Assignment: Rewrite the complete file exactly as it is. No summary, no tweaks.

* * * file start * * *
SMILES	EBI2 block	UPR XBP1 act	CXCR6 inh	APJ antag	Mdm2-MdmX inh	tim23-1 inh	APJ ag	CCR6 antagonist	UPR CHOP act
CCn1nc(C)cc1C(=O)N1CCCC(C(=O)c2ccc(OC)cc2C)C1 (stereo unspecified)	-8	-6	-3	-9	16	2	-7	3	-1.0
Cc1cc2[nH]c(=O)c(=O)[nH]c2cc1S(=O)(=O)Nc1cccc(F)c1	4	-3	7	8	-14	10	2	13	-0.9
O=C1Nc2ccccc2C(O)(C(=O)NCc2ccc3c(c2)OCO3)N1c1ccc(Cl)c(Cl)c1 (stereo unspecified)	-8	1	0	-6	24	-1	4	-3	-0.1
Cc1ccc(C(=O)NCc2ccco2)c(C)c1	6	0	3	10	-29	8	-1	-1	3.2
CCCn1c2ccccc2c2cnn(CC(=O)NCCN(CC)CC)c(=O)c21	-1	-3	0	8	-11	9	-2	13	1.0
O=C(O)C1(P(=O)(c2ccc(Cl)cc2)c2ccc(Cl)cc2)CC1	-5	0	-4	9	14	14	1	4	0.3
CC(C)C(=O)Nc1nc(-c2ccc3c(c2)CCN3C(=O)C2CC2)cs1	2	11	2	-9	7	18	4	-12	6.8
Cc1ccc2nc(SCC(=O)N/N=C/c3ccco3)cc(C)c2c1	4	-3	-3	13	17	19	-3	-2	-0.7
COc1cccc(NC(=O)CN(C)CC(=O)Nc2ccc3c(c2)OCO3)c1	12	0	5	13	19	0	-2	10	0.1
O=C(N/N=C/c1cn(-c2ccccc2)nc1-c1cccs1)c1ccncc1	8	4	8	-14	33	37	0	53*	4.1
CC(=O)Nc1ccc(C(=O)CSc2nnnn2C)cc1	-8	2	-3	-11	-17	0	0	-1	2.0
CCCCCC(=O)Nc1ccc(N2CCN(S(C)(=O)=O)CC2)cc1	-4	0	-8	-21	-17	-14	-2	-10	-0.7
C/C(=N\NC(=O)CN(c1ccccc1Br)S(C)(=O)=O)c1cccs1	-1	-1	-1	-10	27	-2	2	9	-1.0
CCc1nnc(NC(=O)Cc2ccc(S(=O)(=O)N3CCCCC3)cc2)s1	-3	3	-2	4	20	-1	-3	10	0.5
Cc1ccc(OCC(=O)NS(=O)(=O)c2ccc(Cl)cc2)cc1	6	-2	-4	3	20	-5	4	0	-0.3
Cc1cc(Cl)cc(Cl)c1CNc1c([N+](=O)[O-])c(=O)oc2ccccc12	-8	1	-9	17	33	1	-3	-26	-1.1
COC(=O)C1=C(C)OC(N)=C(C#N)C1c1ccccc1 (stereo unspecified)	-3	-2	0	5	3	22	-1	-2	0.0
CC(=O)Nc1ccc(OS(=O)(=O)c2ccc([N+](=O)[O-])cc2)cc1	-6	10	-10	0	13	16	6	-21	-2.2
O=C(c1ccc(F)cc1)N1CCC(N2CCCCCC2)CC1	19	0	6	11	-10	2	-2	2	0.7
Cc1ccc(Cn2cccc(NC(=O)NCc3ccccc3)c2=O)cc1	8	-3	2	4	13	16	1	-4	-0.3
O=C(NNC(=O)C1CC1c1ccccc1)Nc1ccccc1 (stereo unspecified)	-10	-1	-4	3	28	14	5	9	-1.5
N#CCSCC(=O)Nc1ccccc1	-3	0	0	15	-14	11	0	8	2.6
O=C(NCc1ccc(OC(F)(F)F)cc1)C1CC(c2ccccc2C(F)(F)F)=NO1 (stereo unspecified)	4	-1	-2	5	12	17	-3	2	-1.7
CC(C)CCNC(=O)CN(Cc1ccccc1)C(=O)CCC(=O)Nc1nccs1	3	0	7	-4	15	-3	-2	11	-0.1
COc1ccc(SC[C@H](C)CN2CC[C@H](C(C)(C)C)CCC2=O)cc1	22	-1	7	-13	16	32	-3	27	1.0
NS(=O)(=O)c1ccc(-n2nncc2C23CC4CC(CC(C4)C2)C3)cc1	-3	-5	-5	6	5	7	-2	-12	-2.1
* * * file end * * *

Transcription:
SMILES	EBI2 block	UPR XBP1 act	CXCR6 inh	APJ antag	Mdm2-MdmX inh	tim23-1 inh	APJ ag	CCR6 antagonist	UPR CHOP act
CCn1nc(C)cc1C(=O)N1CCCC(C(=O)c2ccc(OC)cc2C)C1 (stereo unspecified)	-8	-6	-3	-9	16	2	-7	3	-1.0
Cc1cc2[nH]c(=O)c(=O)[nH]c2cc1S(=O)(=O)Nc1cccc(F)c1	4	-3	7	8	-14	10	2	13	-0.9
O=C1Nc2ccccc2C(O)(C(=O)NCc2ccc3c(c2)OCO3)N1c1ccc(Cl)c(Cl)c1 (stereo unspecified)	-8	1	0	-6	24	-1	4	-3	-0.1
Cc1ccc(C(=O)NCc2ccco2)c(C)c1	6	0	3	10	-29	8	-1	-1	3.2
CCCn1c2ccccc2c2cnn(CC(=O)NCCN(CC)CC)c(=O)c21	-1	-3	0	8	-11	9	-2	13	1.0
O=C(O)C1(P(=O)(c2ccc(Cl)cc2)c2ccc(Cl)cc2)CC1	-5	0	-4	9	14	14	1	4	0.3
CC(C)C(=O)Nc1nc(-c2ccc3c(c2)CCN3C(=O)C2CC2)cs1	2	11	2	-9	7	18	4	-12	6.8
Cc1ccc2nc(SCC(=O)N/N=C/c3ccco3)cc(C)c2c1	4	-3	-3	13	17	19	-3	-2	-0.7
COc1cccc(NC(=O)CN(C)CC(=O)Nc2ccc3c(c2)OCO3)c1	12	0	5	13	19	0	-2	10	0.1
O=C(N/N=C/c1cn(-c2ccccc2)nc1-c1cccs1)c1ccncc1	8	4	8	-14	33	37	0	53*	4.1
CC(=O)Nc1ccc(C(=O)CSc2nnnn2C)cc1	-8	2	-3	-11	-17	0	0	-1	2.0
CCCCCC(=O)Nc1ccc(N2CCN(S(C)(=O)=O)CC2)cc1	-4	0	-8	-21	-17	-14	-2	-10	-0.7
C/C(=N\NC(=O)CN(c1ccccc1Br)S(C)(=O)=O)c1cccs1	-1	-1	-1	-10	27	-2	2	9	-1.0
CCc1nnc(NC(=O)Cc2ccc(S(=O)(=O)N3CCCCC3)cc2)s1	-3	3	-2	4	20	-1	-3	10	0.5
Cc1ccc(OCC(=O)NS(=O)(=O)c2ccc(Cl)cc2)cc1	6	-2	-4	3	20	-5	4	0	-0.3
Cc1cc(Cl)cc(Cl)c1CNc1c([N+](=O)[O-])c(=O)oc2ccccc12	-8	1	-9	17	33	1	-3	-26	-1.1
COC(=O)C1=C(C)OC(N)=C(C#N)C1c1ccccc1 (stereo unspecified)	-3	-2	0	5	3	22	-1	-2	0.0
CC(=O)Nc1ccc(OS(=O)(=O)c2ccc([N+](=O)[O-])cc2)cc1	-6	10	-10	0	13	16	6	-21	-2.2
O=C(c1ccc(F)cc1)N1CCC(N2CCCCCC2)CC1	19	0	6	11	-10	2	-2	2	0.7
Cc1ccc(Cn2cccc(NC(=O)NCc3ccccc3)c2=O)cc1	8	-3	2	4	13	16	1	-4	-0.3
O=C(NNC(=O)C1CC1c1ccccc1)Nc1ccccc1 (stereo unspecified)	-10	-1	-4	3	28	14	5	9	-1.5
N#CCSCC(=O)Nc1ccccc1	-3	0	0	15	-14	11	0	8	2.6
O=C(NCc1ccc(OC(F)(F)F)cc1)C1CC(c2ccccc2C(F)(F)F)=NO1 (stereo unspecified)	4	-1	-2	5	12	17	-3	2	-1.7
CC(C)CCNC(=O)CN(Cc1ccccc1)C(=O)CCC(=O)Nc1nccs1	3	0	7	-4	15	-3	-2	11	-0.1
COc1ccc(SC[C@H](C)CN2CC[C@H](C(C)(C)C)CCC2=O)cc1	22	-1	7	-13	16	32	-3	27	1.0
NS(=O)(=O)c1ccc(-n2nncc2C23CC4CC(CC(C4)C2)C3)cc1	-3	-5	-5	6	5	7	-2	-12	-2.1